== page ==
My classroom is an extension of my heart. Everything I have put into it: the furniture, the background music, the posters on the wall, my too-loud voice at the start of a new unit. It’s the purest reflection of me.
This classroom feels both full and empty at the same time. The bells are all ringing at the wrong times, there are not enough seats for everyone, and you all are speaking monotone. I can’t find the words to say all the things I think you need to hear. I get choked up every time I wave goodbye in a video.
In my latest remote learning dream, you are crowded around devices in my guest bedroom. We are discussing Gatsby. You ask me questions that I cannot answer. It’s burrito day for lunch– downstairs, in my kitchen. I know it’s your favorite.
But in real life, all I have are the words I write to you, the sub-par awkward videos that you watch, and the sentences of your journals to keep me going.
“The news scares me, ” you wrote one day.
“Most people are happy but I really like school,” you wrote another.
“I can’t believe this is how my senior year is going to end.” You fill the page with the worries of what you’ve already missed and what you might miss in the future.
Your make up work comes in at 5 am on a Saturday. “I hope you weren’t up all night,” I write.
You write back, “I kinda was.”
Without your voice and your smile and my stupid jokes, what is a classroom? Without the voice I make for Lennie’s character, or the Backstreet Boys song I play too loud?
And if my classroom is my heart, what is my heart, without you?
I’ve spent nearly four weeks trying to figure that out. I can write plans that keep you busy, questions that make you think, assign reading that is ambitious.
But you know what I can’t do?
I can’t tap on your desk and say, “Hey, are you okay?” I can’t congratulate you on your last lacrosse win with a high five. I can’t stand at the door and call down the hallway before the bell, “You’re not going to make it! Hustle up!” I can’t make the same bad joke over and over again until I finally get you to smile at me out of pity.
You see, this weird detached version of my heart placed in modules, poorly cut videos, and calendar assignments: This is not me. This is not how I wanted to show you literature and poetry, teach you scansion and fun Shakespearean insults.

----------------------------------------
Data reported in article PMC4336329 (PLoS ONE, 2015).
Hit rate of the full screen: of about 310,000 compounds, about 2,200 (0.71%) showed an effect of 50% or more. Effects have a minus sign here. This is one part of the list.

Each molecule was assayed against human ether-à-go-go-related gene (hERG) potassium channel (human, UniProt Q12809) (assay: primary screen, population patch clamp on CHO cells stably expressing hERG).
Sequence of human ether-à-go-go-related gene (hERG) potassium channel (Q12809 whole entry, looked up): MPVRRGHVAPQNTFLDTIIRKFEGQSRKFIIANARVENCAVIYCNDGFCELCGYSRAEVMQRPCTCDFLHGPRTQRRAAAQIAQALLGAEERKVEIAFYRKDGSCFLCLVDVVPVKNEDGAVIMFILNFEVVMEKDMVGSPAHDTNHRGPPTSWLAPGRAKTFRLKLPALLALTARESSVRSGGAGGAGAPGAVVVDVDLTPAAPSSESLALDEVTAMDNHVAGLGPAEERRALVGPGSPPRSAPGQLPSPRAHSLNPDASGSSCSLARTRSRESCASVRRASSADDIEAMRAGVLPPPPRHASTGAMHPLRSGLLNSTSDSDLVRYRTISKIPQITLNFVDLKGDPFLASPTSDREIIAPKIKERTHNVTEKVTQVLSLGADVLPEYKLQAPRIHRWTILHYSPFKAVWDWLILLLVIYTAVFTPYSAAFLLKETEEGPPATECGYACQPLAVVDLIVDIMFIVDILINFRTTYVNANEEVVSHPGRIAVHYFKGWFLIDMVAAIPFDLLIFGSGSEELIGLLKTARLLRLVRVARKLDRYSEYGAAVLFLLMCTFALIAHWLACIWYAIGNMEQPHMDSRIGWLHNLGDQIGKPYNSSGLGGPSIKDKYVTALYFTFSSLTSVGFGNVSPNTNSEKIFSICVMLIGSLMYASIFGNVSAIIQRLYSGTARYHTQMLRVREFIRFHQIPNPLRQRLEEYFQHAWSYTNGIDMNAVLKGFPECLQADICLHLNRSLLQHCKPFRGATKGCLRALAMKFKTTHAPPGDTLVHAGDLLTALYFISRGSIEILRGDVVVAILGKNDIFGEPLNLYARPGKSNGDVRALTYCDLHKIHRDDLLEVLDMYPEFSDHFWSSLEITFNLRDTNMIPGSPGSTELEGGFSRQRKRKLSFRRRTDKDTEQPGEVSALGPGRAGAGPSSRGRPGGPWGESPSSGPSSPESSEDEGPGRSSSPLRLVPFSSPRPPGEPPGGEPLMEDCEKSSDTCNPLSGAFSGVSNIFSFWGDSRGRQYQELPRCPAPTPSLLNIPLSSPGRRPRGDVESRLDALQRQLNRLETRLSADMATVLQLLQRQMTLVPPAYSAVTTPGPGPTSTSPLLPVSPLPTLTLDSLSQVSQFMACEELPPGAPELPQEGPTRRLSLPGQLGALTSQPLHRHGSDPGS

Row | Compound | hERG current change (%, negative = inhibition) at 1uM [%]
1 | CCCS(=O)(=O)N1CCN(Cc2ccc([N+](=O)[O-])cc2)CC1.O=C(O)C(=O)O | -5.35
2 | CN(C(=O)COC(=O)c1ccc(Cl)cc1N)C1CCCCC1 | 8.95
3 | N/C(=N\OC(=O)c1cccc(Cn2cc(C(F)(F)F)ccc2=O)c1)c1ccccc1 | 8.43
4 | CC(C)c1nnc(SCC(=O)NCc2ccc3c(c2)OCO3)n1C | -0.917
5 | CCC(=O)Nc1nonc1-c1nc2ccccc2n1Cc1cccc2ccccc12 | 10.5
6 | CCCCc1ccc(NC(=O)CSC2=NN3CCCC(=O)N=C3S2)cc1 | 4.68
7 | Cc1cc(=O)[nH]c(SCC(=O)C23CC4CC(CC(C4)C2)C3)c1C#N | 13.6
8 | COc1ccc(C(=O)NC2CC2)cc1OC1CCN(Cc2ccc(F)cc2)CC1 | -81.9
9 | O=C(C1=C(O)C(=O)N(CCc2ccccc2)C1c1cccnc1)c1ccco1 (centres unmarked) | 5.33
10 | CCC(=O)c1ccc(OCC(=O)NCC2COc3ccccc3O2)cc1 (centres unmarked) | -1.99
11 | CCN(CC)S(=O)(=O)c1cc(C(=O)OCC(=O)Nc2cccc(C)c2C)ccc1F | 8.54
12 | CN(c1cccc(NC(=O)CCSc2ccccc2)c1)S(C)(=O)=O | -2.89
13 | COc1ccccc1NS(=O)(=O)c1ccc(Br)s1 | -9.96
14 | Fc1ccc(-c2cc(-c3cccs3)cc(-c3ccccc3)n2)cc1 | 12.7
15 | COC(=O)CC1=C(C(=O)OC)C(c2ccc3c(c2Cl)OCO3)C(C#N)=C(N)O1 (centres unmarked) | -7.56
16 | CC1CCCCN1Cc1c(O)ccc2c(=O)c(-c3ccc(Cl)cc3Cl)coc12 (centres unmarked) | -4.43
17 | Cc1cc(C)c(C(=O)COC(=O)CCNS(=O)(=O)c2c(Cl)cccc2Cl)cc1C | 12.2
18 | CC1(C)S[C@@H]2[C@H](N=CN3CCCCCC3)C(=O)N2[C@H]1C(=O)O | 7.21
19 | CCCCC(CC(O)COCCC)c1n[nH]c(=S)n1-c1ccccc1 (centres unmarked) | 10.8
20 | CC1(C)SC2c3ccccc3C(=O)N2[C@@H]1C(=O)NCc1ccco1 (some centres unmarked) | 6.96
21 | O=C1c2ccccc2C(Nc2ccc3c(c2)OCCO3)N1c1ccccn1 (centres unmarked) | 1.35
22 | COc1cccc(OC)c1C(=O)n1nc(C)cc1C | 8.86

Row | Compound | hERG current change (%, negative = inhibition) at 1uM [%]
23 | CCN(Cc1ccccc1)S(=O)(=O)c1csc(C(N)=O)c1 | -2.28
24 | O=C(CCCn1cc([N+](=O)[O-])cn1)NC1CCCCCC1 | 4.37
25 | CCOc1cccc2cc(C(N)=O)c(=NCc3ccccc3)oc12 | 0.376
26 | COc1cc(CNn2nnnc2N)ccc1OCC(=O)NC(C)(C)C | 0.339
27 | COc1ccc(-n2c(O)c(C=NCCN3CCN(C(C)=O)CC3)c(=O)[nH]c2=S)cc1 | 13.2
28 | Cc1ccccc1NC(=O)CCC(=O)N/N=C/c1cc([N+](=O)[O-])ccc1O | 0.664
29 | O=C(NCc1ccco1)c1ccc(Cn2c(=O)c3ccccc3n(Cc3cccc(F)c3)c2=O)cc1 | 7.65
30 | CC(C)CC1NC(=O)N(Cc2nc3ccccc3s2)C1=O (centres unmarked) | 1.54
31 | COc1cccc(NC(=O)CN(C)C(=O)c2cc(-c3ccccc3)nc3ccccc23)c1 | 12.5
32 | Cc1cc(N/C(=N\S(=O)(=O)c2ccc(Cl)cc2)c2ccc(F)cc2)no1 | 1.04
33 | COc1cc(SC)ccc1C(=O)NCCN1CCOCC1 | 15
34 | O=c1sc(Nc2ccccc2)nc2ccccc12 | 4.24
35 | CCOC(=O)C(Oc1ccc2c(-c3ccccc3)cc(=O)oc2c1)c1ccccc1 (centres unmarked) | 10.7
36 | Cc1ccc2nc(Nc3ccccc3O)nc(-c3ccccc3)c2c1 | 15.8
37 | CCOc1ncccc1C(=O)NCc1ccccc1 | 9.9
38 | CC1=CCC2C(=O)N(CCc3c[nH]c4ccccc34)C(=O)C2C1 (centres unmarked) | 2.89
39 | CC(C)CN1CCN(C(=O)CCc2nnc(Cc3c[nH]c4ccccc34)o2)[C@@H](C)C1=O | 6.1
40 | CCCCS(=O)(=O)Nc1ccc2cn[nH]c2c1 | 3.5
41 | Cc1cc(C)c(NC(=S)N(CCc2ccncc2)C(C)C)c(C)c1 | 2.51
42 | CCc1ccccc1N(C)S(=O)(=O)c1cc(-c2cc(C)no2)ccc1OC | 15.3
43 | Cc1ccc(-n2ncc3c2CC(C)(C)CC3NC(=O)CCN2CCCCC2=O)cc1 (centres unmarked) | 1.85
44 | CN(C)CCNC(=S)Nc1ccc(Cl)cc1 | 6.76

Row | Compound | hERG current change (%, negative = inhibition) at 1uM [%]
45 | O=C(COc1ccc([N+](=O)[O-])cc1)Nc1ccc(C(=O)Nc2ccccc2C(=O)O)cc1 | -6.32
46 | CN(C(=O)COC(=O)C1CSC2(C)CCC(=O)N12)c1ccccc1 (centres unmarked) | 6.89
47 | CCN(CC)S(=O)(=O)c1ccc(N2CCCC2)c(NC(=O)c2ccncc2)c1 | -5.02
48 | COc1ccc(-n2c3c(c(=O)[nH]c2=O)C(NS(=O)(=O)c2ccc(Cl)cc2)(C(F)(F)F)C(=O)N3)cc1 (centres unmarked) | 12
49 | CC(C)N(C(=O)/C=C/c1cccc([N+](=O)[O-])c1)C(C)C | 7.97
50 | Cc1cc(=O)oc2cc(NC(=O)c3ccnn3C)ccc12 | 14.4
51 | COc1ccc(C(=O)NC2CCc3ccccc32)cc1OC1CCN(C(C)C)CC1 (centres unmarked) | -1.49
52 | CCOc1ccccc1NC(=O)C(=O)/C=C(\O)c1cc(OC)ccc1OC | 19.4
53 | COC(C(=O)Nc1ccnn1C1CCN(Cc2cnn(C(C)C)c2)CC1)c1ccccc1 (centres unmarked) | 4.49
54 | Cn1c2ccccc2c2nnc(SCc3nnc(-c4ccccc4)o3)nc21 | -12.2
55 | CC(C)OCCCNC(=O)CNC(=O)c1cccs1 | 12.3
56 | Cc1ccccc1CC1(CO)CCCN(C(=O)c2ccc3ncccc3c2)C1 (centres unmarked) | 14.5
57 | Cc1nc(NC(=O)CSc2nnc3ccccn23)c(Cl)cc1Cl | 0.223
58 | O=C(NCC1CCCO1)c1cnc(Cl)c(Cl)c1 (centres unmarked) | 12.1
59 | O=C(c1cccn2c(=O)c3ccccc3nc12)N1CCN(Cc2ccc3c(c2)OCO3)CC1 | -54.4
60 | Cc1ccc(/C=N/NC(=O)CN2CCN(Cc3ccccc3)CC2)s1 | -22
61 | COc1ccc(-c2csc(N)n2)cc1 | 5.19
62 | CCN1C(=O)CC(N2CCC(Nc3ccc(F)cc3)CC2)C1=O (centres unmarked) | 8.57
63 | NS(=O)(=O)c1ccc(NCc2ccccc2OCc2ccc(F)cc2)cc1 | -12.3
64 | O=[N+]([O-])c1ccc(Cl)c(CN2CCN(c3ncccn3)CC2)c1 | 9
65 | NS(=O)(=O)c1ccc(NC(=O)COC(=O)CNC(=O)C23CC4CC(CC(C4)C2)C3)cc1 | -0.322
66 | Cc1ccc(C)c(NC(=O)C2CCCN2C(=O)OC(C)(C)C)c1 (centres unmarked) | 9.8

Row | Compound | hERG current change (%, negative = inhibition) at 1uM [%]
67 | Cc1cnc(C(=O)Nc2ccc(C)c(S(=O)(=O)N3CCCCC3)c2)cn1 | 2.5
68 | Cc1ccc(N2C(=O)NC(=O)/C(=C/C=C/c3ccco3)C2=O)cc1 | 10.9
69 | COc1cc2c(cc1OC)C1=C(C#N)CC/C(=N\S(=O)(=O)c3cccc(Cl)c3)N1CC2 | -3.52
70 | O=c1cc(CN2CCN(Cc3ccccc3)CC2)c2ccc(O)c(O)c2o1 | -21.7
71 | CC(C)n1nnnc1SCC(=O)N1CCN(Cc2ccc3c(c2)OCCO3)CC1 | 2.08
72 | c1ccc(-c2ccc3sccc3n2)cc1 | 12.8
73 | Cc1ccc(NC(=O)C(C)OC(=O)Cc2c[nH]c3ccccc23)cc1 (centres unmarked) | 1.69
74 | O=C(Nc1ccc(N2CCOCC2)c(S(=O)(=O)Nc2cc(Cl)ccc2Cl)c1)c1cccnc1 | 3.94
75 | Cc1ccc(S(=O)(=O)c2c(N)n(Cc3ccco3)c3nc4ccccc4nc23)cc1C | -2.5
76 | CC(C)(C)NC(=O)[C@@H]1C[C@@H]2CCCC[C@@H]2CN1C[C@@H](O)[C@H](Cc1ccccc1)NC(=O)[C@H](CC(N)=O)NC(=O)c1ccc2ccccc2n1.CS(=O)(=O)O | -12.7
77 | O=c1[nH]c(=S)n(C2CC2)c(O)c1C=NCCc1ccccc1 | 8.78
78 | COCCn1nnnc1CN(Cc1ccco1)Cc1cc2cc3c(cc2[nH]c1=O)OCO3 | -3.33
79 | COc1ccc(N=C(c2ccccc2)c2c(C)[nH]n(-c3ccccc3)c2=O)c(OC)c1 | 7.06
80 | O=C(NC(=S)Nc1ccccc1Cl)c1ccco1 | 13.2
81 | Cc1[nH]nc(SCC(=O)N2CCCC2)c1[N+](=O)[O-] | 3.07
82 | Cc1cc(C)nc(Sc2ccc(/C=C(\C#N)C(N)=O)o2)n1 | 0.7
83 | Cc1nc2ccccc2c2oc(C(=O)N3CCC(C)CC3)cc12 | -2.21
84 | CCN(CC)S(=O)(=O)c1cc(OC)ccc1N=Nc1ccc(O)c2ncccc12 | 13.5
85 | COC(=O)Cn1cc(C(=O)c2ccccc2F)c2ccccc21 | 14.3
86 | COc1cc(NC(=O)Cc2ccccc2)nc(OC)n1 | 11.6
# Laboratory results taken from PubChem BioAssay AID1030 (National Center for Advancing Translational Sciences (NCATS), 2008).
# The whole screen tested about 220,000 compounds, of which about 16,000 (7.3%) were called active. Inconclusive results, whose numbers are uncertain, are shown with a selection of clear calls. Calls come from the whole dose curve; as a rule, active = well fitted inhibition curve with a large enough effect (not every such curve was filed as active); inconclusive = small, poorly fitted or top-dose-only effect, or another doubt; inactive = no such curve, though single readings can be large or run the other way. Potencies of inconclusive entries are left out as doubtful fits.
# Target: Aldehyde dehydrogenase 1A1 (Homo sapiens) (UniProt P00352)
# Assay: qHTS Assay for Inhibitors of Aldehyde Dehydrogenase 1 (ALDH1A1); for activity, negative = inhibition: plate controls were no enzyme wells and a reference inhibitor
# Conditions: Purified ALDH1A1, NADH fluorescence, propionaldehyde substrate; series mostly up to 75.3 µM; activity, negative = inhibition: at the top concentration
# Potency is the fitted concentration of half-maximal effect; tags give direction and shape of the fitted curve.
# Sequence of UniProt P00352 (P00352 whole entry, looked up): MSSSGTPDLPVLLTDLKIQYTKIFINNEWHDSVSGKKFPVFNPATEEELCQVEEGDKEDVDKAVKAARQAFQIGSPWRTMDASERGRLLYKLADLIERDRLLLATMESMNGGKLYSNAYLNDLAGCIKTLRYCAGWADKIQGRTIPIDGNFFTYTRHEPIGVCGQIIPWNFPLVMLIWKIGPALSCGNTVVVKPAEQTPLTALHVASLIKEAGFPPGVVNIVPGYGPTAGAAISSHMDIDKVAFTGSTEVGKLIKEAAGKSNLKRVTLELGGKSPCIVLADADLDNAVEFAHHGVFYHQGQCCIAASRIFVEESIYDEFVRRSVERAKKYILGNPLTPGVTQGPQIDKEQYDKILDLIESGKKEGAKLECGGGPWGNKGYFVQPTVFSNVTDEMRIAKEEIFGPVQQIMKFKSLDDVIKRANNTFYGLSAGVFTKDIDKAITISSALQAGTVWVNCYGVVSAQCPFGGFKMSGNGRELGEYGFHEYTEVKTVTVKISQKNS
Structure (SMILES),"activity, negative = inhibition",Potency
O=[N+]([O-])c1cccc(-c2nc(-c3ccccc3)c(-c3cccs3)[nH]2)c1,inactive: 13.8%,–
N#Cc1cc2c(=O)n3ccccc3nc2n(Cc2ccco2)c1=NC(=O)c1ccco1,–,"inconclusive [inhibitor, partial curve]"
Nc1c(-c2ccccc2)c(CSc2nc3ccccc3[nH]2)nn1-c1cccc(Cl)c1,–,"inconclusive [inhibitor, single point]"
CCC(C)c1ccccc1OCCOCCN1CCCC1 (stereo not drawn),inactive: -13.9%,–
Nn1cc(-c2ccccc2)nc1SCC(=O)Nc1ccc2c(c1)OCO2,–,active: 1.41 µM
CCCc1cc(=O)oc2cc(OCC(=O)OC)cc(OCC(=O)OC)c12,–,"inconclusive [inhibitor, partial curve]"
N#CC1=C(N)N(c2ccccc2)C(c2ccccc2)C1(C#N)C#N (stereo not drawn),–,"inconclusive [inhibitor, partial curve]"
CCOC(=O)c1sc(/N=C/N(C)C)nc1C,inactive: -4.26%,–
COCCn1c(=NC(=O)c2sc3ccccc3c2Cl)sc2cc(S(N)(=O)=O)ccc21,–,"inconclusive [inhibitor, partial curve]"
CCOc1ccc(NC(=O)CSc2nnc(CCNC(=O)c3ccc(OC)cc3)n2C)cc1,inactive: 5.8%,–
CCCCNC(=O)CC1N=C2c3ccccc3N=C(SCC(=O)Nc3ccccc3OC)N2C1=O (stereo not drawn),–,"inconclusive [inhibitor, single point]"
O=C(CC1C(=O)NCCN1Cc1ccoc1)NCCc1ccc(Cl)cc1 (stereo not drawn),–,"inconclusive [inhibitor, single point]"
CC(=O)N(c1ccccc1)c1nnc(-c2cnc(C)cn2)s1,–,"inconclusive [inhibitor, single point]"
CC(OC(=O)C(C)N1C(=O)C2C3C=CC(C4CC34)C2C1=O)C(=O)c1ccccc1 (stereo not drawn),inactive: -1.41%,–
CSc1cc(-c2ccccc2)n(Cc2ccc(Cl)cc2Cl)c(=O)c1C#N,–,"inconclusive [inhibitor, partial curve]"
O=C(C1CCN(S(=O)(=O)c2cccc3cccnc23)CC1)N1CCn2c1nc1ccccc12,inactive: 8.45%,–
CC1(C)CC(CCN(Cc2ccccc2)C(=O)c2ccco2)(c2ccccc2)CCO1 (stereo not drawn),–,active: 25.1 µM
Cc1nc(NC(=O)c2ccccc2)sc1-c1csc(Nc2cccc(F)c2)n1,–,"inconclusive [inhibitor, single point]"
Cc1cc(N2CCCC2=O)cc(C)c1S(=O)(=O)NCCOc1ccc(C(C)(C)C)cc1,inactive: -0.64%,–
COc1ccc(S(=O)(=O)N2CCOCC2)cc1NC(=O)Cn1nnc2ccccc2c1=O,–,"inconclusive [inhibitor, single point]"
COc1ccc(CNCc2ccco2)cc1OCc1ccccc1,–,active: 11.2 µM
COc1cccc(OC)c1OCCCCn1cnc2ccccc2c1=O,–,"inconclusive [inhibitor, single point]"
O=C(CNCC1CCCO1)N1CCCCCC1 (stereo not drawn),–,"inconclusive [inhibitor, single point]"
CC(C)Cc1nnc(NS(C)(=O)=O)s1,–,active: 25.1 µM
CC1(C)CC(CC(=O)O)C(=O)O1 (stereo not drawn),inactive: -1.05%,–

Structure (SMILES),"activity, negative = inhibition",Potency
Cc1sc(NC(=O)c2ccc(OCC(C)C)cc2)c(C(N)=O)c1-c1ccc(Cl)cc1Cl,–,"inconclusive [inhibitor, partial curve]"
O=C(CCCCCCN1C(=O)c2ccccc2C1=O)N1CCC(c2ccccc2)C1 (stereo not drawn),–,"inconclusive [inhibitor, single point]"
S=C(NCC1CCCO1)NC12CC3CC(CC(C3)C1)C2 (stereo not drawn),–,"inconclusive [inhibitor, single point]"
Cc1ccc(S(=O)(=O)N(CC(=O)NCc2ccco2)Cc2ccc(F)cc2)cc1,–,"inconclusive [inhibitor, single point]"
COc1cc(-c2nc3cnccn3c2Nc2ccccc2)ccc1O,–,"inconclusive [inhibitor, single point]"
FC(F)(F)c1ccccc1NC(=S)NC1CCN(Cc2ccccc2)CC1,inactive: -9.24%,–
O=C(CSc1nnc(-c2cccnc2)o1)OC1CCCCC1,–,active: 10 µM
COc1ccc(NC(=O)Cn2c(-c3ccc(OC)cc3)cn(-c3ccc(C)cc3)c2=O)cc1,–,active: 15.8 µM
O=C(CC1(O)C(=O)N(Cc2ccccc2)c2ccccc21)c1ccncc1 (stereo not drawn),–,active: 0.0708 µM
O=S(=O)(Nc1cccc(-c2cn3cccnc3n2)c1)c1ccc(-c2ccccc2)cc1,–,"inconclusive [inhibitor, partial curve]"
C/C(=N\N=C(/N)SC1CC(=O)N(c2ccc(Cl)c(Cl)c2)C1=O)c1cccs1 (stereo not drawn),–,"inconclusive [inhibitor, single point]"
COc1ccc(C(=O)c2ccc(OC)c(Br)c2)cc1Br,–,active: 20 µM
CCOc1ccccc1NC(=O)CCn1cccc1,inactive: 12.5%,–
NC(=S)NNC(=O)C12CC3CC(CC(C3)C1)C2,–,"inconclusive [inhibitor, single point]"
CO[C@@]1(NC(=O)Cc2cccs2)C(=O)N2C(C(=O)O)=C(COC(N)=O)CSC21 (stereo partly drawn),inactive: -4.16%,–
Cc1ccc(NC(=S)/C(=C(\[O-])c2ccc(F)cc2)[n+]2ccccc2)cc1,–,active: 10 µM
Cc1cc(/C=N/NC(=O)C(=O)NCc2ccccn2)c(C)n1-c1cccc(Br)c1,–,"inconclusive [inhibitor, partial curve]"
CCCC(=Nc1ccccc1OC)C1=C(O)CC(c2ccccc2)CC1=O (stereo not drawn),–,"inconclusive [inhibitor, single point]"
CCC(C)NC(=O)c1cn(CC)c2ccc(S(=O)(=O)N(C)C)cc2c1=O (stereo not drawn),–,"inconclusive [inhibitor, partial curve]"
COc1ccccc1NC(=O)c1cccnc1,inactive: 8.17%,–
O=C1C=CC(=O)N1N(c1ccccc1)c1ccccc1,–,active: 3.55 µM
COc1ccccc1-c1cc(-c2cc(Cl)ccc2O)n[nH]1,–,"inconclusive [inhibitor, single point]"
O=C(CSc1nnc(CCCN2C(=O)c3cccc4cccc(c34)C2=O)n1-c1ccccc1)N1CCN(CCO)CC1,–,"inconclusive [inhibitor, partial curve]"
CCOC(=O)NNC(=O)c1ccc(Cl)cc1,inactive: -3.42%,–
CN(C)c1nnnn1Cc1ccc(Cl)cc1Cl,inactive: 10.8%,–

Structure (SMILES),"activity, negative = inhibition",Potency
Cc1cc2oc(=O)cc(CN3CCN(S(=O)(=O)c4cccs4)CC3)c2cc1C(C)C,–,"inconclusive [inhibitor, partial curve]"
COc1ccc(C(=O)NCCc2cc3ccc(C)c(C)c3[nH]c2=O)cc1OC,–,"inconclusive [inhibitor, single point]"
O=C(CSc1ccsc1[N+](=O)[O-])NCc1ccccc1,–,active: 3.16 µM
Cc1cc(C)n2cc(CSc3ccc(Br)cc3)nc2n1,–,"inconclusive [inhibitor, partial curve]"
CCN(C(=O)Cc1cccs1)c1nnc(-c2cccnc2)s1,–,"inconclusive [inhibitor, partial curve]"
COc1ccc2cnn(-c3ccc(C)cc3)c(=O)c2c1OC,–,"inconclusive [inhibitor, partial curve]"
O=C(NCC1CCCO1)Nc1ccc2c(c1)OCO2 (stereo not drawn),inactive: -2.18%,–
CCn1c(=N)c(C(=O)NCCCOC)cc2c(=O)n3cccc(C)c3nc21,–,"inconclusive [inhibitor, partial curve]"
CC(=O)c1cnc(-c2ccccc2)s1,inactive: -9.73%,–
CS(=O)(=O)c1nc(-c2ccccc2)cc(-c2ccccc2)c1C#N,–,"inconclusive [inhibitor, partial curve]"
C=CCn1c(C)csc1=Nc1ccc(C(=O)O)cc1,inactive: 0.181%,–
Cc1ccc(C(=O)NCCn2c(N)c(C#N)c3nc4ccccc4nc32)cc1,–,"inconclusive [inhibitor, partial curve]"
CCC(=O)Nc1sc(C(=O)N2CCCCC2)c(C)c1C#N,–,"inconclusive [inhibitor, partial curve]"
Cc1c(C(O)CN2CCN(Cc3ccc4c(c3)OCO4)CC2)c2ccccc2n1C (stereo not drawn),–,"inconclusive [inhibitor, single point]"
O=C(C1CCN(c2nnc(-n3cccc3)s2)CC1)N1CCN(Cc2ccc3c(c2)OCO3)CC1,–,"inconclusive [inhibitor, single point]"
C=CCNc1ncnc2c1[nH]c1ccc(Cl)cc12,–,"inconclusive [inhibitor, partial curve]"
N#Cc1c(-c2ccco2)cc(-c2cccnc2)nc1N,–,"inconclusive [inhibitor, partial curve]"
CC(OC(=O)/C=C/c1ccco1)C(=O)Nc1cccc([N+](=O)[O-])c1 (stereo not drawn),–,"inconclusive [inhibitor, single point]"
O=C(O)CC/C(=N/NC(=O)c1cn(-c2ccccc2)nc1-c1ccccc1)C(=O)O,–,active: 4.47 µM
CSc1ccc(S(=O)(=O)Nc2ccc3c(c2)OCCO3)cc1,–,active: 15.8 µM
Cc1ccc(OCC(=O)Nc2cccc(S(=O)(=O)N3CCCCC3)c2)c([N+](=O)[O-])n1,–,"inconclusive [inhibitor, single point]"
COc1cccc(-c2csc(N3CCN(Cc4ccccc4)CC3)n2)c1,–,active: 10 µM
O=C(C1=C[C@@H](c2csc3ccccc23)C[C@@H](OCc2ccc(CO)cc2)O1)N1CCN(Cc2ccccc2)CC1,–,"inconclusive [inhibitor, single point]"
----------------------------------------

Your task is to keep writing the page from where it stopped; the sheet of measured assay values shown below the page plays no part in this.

This classroom is devoid of all the reasons I teach. Your eyes lighting up when we read poetry, your eloquent personal narrative read aloud in front of the class, your attempts at getting me off-topic talking about Oscar-time films.
But right now, this is all we have. And if I can invite you inside my digital heart (Come in, there’s plenty of room!), I would love to hear all about how much this is wearing on you, what new project you decided to start, and what your dog or cat has been doing while you write journals in your bedroom. Because all of that, that’s just as important-actually more important-than Fitzgerald or Shakespeare.
The world has changed our classroom for an uncertain amount of time– and I want to make sure you see me, arms flailing, standing by the classroom door, saying, “I hope you are doing okay.”
Bridgette Gallagher lives and works in the Saratoga Springs City School district. She teaches grade 9, 11 and Creative Writing. She is a lover of YA literature, podcasts, any kind of documentary, and spoken word poetry.
Bridget- What a sincere, poignant letter to your “kids”. Your heartfelt words will stay with them for years to come. Thank you so much for seeing the potential in every student and encouraging them to get excited about literature. You are a remarkable teacher and I’m so grateful that my son had a chance to enjoy your class, even if only for a short time, during his senior year at Saratoga Springs High School. ~ Valerie ElSawi